Concept

Épithélium pigmentaire rétinien

Résumé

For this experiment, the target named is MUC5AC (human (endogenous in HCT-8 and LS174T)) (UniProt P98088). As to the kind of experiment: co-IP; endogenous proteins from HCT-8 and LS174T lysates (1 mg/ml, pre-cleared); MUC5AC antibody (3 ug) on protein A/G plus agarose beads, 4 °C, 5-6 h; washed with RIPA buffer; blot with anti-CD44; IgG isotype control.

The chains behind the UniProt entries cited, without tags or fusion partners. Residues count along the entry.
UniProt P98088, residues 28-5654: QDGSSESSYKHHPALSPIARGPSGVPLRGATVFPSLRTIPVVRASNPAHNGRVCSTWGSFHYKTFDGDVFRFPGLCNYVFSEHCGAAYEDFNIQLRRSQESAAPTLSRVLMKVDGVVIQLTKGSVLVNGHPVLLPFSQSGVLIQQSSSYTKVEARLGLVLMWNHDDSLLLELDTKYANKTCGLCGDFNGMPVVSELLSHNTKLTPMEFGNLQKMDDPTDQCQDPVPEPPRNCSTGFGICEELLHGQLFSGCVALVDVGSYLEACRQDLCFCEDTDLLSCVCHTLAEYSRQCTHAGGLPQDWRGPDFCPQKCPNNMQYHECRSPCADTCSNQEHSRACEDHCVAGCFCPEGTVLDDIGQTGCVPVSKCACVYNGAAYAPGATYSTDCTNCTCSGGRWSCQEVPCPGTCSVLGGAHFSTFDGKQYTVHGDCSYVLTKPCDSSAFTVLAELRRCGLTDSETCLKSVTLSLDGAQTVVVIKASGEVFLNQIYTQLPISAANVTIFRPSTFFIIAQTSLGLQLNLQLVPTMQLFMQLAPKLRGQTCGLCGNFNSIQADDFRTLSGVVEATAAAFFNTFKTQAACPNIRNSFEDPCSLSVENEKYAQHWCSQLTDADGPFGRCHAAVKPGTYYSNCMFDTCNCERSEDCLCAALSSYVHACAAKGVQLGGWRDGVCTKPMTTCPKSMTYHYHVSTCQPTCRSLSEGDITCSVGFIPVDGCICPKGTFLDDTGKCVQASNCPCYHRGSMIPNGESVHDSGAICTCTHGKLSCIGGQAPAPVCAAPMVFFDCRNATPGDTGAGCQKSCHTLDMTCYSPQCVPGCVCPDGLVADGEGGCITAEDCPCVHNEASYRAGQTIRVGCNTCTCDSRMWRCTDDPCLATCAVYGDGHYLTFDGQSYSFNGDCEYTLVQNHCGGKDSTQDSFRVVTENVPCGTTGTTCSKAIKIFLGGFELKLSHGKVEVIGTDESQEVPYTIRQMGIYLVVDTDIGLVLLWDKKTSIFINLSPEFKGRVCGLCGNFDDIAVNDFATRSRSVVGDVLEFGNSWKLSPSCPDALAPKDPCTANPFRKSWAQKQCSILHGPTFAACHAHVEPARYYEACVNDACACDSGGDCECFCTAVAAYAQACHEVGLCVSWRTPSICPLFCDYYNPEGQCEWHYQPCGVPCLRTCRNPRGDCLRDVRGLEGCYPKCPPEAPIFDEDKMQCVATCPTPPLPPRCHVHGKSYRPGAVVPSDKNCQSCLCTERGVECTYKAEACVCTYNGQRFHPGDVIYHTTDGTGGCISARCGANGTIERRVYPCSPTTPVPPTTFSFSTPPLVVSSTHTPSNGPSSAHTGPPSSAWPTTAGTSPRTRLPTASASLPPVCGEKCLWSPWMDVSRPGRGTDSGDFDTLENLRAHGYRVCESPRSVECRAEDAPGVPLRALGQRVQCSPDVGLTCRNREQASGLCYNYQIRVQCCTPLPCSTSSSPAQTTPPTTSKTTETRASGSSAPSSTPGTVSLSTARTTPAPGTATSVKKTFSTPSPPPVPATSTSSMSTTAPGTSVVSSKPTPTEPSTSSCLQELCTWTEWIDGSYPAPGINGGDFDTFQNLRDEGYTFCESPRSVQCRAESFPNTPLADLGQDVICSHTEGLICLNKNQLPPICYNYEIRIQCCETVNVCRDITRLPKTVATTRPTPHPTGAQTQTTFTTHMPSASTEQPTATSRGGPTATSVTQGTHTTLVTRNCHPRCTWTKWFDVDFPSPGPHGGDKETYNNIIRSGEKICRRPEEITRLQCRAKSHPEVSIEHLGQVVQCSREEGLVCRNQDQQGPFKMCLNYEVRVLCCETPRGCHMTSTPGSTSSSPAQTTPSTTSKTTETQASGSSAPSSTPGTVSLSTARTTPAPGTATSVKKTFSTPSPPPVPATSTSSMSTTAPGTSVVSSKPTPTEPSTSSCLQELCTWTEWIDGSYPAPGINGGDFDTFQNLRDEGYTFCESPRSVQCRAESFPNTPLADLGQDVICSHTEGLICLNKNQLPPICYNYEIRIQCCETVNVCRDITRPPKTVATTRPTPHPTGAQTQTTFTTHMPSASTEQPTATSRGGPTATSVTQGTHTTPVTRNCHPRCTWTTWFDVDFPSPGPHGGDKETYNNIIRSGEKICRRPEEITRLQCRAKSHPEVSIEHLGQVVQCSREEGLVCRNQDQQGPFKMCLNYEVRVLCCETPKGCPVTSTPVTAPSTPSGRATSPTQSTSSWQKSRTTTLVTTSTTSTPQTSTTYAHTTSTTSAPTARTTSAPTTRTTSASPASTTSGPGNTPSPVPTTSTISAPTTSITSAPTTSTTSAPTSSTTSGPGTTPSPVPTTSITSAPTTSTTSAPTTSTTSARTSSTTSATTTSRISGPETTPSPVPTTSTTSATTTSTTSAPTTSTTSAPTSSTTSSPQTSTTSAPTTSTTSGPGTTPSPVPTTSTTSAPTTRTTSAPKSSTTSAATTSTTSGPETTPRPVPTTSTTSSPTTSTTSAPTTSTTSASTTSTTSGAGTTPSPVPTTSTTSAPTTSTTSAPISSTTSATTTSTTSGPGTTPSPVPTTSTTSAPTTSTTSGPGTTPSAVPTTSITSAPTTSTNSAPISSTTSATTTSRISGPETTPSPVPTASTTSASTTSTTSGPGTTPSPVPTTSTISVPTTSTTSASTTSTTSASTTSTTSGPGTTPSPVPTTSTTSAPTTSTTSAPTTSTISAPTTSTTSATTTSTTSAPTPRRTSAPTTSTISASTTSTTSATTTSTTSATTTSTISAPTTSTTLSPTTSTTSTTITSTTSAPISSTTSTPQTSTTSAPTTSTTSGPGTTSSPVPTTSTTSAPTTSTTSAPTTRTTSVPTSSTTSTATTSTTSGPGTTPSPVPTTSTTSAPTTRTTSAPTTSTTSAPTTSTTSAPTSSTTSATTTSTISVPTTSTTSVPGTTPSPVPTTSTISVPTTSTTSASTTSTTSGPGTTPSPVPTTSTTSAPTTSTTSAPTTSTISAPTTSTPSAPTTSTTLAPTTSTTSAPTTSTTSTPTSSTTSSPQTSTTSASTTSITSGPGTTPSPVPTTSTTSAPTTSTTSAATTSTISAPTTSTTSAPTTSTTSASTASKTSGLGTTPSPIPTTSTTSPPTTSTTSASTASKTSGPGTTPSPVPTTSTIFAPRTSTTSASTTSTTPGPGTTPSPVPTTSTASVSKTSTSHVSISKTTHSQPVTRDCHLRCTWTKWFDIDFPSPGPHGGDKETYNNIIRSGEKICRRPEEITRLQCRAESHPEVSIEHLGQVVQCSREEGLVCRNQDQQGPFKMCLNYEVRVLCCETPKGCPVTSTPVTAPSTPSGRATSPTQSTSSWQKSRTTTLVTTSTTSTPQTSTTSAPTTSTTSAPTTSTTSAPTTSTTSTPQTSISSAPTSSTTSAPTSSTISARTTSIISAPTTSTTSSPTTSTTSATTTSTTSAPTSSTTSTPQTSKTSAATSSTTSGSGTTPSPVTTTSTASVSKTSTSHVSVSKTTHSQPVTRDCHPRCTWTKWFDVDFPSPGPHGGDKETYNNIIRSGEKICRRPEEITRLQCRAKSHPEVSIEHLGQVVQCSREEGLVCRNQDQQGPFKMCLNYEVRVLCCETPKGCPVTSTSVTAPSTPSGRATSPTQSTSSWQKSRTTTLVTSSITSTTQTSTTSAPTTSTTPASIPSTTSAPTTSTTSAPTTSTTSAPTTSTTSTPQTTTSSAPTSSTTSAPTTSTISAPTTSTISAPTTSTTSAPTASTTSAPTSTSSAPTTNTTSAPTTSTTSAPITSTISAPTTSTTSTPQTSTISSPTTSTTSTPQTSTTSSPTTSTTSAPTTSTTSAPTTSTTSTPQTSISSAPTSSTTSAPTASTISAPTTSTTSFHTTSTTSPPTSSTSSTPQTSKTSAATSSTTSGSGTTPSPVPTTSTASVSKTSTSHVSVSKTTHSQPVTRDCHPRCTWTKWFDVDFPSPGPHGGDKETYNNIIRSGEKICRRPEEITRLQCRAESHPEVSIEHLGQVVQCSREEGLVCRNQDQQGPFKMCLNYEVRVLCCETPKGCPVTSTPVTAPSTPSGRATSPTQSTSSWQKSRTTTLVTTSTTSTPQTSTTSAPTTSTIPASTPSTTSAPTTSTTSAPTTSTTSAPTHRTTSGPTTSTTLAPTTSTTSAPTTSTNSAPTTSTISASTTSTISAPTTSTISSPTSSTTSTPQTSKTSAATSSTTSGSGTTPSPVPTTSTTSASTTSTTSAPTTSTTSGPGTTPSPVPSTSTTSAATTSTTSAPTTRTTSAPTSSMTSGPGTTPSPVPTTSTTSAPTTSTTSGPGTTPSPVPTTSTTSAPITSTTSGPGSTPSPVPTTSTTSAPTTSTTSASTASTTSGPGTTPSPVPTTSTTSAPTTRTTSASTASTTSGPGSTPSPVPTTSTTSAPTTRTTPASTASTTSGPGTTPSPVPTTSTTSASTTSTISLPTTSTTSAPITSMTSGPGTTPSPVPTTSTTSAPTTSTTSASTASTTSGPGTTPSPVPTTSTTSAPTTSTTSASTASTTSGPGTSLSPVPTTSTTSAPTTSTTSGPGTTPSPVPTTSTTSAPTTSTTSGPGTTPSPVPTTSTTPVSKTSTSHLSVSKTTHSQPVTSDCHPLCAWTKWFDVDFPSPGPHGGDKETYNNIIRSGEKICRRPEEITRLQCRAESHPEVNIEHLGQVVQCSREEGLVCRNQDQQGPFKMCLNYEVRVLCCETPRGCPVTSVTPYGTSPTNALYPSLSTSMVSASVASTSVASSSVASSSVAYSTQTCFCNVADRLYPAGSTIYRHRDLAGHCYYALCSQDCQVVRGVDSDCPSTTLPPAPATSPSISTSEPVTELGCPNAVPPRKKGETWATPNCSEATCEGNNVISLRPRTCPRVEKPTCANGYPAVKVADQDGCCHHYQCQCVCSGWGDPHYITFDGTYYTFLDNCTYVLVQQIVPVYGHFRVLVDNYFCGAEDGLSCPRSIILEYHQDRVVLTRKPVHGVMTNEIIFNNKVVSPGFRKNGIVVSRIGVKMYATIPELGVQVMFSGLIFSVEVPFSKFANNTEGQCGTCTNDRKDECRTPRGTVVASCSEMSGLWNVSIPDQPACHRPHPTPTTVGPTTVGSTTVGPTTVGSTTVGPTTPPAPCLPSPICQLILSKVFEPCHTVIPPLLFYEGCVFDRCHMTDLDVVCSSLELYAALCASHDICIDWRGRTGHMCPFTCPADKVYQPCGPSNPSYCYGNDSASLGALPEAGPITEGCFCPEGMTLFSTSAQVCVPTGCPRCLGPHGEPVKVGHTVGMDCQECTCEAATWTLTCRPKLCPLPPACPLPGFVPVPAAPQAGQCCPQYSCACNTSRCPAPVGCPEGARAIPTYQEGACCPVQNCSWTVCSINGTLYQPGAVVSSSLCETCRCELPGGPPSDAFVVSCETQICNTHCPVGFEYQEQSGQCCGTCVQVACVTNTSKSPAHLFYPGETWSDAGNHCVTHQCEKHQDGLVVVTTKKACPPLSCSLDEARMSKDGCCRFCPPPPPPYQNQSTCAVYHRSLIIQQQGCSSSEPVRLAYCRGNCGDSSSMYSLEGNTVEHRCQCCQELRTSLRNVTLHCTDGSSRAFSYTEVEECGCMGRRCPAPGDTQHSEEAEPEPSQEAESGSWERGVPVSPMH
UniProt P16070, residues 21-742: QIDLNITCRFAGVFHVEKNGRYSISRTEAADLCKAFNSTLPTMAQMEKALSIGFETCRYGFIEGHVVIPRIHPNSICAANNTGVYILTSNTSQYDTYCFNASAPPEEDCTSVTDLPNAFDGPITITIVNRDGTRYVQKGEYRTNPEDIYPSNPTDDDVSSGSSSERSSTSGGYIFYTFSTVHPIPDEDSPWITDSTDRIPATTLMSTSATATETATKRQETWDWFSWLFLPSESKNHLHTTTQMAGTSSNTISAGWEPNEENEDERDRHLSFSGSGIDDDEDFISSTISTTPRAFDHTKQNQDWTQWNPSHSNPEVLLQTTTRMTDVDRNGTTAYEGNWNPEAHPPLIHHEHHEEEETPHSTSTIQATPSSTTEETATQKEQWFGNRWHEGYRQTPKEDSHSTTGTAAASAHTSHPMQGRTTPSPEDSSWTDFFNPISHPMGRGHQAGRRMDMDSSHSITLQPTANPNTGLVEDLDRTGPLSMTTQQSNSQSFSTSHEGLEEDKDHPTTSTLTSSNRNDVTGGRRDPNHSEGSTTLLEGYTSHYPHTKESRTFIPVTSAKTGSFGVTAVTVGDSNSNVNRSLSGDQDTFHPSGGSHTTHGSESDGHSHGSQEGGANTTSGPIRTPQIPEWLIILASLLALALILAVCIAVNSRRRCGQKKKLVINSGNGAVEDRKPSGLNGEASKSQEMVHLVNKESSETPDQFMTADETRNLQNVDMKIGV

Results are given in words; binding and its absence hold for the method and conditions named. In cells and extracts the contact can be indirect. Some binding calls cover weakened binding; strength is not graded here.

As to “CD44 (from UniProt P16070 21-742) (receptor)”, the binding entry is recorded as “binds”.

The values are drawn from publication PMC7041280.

The pigmented layer of retina or retinal pigment epithelium (RPE) is the pigmented cell layer just outside the neurosensory retina that nourishes retinal visual cells, and is firmly attached to the underlying choroid and overlying retinal visual cells. The RPE was known in the 18th and 19th centuries as the pigmentum nigrum, referring to the observation that the RPE is dark (black in many animals, brown in humans); and as the tapetum nigrum, referring to the observation that in animals with a tapetum lucidum, in the region of the tapetum lucidum the RPE is not pigmented. The RPE is composed of a single layer of hexagonal cells that are densely packed with pigment granules. When viewed from the outer surface, these cells are smooth and hexagonal in shape. When seen in section, each cell consists of an outer non-pigmented part containing a large oval nucleus and an inner pigmented portion which extends as a series of straight thread-like processes between the rods, this being especially the case when the eye is exposed to light. The RPE has several functions, namely, light absorption, epithelial transport, spatial ion buffering, visual cycle, phagocytosis, secretion and immune modulation. Light absorption: RPE are responsible for absorbing scattered light. This role is very important for two main reasons, first, to improve the quality of the optical system, second, light is radiation, and it is concentrated by a lens onto the cells of the macula, resulting in a strong concentration of photo-oxidative energy. Melanosomes absorb the scattered light and thus diminish the photo-oxidative stress. The high perfusion of retina brings a high oxygen tension environment. The combination of light and oxygen brings oxidative stress, and RPE has many mechanisms to cope with it. Epithelial transport: As mentioned above, RPE compose the outer blood–retinal barrier, the epithelia has tight junctions between the lateral surfaces and implies an isolation of the inner retina from the systemic influences.
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